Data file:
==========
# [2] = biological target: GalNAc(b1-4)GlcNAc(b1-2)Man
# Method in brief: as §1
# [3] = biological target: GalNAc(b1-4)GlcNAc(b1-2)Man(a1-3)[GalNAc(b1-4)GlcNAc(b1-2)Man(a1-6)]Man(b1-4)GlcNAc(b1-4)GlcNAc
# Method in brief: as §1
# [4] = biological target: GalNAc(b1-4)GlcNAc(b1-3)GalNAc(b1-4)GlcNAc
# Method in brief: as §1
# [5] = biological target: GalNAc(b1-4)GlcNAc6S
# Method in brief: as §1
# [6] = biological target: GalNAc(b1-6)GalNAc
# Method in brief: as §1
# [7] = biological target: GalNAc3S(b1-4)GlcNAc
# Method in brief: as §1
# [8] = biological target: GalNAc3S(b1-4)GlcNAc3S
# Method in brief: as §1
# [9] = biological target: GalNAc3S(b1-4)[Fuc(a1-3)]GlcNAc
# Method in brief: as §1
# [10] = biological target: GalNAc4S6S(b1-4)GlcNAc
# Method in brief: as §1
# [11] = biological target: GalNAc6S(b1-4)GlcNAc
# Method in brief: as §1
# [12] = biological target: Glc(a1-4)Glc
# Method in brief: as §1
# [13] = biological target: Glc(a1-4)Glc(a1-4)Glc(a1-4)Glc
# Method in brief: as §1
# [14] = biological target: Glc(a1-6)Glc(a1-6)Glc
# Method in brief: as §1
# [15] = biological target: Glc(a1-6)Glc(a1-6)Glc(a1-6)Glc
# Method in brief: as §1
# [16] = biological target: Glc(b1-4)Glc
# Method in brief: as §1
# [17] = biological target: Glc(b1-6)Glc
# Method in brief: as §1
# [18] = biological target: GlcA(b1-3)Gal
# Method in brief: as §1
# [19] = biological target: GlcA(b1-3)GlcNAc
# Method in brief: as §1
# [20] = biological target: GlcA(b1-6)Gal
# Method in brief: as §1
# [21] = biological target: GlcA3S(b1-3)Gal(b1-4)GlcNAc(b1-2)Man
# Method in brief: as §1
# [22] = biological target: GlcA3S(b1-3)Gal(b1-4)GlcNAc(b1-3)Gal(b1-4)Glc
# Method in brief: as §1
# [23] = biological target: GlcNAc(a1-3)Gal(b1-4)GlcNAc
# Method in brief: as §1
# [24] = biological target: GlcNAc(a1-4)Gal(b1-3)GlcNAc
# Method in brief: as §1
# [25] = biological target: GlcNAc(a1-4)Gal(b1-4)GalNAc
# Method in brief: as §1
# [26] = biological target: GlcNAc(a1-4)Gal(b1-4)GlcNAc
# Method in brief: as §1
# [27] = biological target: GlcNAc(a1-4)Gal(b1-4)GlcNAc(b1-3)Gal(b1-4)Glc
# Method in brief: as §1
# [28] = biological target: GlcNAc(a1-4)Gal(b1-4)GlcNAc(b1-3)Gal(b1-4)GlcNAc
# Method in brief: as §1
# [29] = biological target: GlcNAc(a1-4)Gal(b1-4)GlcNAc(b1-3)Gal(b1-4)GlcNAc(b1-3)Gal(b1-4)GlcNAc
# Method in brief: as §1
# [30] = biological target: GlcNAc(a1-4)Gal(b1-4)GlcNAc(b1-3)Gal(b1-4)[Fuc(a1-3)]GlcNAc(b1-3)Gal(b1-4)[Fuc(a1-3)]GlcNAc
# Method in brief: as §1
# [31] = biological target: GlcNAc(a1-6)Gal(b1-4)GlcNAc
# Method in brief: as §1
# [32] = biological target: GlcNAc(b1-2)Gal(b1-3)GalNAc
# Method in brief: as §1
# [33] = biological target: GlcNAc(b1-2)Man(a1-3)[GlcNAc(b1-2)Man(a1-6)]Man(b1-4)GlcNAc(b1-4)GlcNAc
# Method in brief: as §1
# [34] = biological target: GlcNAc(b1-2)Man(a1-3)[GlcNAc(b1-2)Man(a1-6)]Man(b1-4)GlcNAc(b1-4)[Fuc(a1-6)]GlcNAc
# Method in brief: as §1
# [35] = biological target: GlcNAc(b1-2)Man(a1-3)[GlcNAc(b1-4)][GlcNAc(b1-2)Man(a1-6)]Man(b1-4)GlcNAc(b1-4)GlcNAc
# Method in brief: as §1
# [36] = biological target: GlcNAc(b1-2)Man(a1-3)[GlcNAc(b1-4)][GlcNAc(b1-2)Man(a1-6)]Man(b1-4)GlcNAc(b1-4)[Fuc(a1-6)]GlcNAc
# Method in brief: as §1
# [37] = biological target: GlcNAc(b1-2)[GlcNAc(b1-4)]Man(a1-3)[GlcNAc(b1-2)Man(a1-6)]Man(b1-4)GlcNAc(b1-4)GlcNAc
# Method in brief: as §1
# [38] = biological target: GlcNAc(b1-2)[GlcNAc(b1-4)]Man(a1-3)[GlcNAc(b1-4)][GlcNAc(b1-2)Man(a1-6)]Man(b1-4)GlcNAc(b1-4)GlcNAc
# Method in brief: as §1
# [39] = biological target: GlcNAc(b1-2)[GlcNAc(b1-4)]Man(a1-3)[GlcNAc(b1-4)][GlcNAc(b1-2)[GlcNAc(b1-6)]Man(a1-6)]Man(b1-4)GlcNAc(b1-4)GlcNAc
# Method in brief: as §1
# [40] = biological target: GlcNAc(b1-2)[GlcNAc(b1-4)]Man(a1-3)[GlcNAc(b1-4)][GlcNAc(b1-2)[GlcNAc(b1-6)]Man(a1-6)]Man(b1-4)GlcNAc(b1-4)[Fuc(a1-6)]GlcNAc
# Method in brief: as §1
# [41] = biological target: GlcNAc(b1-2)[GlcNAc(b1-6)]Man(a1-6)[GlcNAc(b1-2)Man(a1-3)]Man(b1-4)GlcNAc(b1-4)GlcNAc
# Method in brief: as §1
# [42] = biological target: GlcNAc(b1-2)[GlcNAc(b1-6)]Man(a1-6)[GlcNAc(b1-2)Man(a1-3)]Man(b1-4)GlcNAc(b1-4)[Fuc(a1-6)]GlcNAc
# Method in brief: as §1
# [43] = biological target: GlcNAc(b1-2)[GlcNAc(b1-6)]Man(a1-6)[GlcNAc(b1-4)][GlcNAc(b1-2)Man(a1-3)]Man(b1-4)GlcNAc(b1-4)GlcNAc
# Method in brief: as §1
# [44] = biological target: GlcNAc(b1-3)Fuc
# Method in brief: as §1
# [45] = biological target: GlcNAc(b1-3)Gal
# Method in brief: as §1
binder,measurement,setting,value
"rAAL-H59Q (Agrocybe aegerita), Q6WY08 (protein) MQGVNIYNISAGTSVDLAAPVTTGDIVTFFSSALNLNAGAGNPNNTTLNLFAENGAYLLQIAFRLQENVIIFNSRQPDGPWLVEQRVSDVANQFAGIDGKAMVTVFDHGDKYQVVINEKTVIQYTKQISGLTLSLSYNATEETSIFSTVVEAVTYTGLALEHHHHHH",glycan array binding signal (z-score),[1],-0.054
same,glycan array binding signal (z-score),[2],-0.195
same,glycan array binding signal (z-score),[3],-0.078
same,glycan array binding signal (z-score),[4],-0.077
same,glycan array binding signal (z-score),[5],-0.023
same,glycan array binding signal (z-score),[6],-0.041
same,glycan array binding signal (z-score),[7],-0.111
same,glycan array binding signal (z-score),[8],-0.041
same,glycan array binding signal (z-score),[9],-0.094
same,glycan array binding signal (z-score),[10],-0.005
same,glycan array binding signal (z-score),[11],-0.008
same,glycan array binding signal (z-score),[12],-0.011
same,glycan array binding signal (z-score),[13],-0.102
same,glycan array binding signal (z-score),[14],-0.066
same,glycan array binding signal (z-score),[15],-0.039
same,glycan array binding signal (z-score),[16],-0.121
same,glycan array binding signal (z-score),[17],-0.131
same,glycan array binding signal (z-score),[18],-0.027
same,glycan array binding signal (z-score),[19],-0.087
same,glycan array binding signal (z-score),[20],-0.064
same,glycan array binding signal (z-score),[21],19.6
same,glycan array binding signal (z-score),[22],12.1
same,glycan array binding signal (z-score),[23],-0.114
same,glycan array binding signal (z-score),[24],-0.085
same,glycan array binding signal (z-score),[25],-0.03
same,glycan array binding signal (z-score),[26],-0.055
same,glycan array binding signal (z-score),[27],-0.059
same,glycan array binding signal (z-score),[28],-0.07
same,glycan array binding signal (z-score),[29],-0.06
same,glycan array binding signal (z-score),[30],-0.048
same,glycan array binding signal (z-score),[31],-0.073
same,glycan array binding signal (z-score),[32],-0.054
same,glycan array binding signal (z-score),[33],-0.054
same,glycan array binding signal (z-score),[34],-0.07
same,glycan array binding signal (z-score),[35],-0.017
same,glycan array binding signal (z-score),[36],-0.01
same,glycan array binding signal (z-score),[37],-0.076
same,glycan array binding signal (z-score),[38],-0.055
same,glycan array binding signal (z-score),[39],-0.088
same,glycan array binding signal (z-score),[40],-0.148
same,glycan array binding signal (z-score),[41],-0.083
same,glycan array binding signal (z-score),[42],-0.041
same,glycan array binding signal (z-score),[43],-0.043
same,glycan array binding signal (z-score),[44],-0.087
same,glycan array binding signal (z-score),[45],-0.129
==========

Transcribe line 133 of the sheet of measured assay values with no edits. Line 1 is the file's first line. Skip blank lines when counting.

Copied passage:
same,glycan array binding signal (z-score),[44],-0.087